Poor Mental, Physical Health is Associated with Medical Errors in Critical Care Nurses


Experts advocate for programs, policies and systems solutions that help critical care nurses better care for themselves and their patients

COLUMBUS, Ohio — A new study by The Ohio State University College of Nursing found that critical care nurses nationwide reported alarmingly high levels of stress, depressive symptoms and anxiety even before the COVID-19 pandemic began. These factors correlated with an increase in self-reported medical errors.

“These errors are made by very dedicated, caring, committed nurses who are experiencing their own symptoms of depression, anxiety or poor physical health,” said Bernadette Melnyk, chief wellness officer and dean of the College of Nursing at Ohio State. “It’s important that hospitals fix systems issues offer evidence-based programs and support to equip their clinicians with resilience, because we know that’s a protective factor for their own mental and physical health, as well as their ability to provide optimal care to their patients.”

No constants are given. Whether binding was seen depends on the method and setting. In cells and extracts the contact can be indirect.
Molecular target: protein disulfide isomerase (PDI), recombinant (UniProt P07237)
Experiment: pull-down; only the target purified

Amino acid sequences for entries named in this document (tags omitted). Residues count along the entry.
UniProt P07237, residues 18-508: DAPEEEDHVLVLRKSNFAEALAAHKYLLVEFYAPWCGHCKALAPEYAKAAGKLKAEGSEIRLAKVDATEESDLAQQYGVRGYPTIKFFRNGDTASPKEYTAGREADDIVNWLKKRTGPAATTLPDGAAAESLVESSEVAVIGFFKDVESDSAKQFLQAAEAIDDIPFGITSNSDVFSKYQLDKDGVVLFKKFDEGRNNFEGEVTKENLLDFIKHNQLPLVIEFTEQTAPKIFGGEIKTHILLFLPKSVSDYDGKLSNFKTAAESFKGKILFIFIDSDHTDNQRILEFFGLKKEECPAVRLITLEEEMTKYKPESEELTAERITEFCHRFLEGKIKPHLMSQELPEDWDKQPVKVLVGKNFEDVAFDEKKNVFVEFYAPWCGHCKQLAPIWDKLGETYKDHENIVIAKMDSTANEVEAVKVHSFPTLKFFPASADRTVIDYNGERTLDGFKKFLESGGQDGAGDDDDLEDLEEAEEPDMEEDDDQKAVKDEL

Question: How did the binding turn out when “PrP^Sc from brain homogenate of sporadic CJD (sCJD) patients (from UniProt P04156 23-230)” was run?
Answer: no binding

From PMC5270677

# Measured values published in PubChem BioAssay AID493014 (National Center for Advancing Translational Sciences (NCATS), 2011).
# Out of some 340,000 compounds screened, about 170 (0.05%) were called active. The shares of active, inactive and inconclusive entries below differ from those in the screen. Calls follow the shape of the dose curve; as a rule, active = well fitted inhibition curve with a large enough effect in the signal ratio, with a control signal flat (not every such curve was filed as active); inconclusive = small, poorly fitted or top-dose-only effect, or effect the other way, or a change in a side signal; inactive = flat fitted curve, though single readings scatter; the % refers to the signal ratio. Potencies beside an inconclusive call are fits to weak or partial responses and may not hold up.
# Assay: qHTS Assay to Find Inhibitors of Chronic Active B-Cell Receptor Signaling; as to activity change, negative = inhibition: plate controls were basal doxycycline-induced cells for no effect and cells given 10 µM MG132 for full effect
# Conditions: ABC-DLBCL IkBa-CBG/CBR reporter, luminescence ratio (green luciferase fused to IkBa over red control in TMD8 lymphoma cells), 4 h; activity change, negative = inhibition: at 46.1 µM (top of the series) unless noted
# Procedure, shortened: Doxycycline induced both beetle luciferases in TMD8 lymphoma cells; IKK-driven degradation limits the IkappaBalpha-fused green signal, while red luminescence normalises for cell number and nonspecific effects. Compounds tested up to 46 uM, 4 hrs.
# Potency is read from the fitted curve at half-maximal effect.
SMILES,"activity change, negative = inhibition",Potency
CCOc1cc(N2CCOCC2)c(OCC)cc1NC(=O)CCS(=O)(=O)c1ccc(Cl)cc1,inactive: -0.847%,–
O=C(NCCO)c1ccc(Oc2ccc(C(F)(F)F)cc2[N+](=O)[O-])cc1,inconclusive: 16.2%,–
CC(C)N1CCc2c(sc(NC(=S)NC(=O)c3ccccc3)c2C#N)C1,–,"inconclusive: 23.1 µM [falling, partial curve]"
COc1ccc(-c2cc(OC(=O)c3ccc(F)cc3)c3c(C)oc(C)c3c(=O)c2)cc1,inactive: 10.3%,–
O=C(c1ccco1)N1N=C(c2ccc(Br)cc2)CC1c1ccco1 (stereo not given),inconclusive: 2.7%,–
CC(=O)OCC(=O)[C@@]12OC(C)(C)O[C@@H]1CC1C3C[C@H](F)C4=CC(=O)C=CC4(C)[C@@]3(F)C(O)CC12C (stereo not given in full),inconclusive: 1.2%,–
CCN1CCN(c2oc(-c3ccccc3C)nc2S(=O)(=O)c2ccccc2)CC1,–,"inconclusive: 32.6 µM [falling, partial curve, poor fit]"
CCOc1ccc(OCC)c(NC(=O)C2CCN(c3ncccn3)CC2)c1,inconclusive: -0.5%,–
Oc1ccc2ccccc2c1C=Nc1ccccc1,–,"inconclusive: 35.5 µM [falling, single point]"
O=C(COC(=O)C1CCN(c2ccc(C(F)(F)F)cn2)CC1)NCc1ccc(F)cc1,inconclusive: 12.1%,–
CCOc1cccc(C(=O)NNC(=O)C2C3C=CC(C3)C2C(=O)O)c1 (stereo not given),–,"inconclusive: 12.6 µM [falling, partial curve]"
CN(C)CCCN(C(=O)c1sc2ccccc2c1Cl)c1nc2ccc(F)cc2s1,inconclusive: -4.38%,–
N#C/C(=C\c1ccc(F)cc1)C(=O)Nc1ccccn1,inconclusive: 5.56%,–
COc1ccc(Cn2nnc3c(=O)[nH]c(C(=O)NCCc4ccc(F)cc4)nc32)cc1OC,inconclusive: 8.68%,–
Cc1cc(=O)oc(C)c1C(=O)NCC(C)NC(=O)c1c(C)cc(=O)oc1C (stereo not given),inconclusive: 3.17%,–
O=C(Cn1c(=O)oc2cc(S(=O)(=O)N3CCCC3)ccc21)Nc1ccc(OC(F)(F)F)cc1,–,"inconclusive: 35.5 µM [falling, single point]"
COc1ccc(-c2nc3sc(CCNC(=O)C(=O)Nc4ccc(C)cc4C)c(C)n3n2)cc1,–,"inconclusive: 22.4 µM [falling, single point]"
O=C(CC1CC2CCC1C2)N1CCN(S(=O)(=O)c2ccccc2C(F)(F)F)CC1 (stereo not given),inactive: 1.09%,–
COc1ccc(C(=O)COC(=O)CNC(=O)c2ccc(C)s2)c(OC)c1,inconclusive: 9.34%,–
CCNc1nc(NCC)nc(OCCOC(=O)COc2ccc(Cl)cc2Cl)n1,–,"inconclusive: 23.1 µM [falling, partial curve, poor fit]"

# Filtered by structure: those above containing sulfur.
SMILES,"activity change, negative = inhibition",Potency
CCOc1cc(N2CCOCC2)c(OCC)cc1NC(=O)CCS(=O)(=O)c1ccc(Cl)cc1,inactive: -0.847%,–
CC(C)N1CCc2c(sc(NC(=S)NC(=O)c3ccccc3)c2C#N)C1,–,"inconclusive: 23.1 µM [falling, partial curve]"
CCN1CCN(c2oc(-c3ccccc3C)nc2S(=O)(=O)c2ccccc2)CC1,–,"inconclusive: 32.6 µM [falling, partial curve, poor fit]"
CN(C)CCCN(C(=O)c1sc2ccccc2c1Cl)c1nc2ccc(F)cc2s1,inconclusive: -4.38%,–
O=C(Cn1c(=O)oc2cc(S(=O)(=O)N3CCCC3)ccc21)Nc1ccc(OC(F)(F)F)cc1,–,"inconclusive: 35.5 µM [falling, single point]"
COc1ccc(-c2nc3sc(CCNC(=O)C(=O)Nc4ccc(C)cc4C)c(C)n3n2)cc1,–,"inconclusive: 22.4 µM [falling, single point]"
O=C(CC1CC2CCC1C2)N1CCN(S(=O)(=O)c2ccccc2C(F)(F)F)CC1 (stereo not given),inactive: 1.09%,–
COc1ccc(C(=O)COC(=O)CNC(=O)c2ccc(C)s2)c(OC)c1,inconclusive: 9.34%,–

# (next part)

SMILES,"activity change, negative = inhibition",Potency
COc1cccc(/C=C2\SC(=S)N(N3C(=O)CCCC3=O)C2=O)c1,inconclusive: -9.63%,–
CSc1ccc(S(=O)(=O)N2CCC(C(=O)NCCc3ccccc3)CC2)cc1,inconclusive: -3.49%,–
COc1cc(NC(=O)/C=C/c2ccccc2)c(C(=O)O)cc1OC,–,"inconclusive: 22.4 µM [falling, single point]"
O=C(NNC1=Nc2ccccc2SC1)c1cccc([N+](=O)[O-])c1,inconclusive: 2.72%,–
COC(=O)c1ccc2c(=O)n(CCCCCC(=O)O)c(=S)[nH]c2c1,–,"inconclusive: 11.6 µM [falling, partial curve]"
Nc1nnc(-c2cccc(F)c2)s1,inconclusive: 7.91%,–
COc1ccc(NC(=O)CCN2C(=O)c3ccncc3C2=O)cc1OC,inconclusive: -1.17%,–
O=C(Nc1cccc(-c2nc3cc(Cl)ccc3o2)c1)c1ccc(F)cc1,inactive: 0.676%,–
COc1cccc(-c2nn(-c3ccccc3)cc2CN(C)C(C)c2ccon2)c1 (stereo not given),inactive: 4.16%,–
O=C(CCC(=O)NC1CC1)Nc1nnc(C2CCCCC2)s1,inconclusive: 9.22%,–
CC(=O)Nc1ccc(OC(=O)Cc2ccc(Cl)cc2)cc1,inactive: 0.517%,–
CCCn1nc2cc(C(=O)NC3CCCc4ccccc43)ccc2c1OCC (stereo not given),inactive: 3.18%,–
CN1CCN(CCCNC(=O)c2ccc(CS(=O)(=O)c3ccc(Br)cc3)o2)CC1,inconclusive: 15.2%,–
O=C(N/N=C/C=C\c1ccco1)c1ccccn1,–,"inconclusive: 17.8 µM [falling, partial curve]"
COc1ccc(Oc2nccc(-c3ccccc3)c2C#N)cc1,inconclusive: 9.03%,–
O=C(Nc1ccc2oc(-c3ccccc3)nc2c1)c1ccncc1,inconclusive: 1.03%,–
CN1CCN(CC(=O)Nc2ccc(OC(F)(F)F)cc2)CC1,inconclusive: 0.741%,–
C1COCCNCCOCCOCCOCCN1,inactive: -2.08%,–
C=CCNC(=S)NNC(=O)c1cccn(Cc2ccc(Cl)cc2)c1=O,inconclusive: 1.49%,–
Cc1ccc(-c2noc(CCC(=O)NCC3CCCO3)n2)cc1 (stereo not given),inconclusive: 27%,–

The nationwide survey conducted prior to COVID-19 found that about two in five critical-care nurses reported depressive symptoms while more than half experienced anxiety. More than 60% rated their physical health a five or lower on a scale of one to 10. 

“I think the pandemic has brought magnification to the issues of burnout, depression, even suicide amongst our nurses, physicians, and other clinicians,” Melnyk said. “A hospital’s investment in the well-being of their health care professionals will lead to better quality and safety of care and fewer preventable medical errors.”

The Ohio State Wexner Medical Center has several programs to promote clinician well-being, including its Employee Assistance Program which offers confidential mental health resources and services such as counseling, mindfulness coaching and its Stress, Trauma and Resilience (STAR) Program that offers the Buckeye Paws pet therapy program pet therapy to promote coping and resiliency skills-building. 

“The feeling of being the person holding someone’s hand as they pass away is hard to describe, but it’s something I definitely took home with me, and that impacted every aspect of my life,” said Jessica Curtisi, a critical care registered nurse in the Ohio State Wexner Medical Center intensive care unit. “Through counseling and mindfulness, I was finally able to see that I didn’t need to push my feelings down, and that there were healthy ways to feel and express the grief that comes with being a critical care nurse.”

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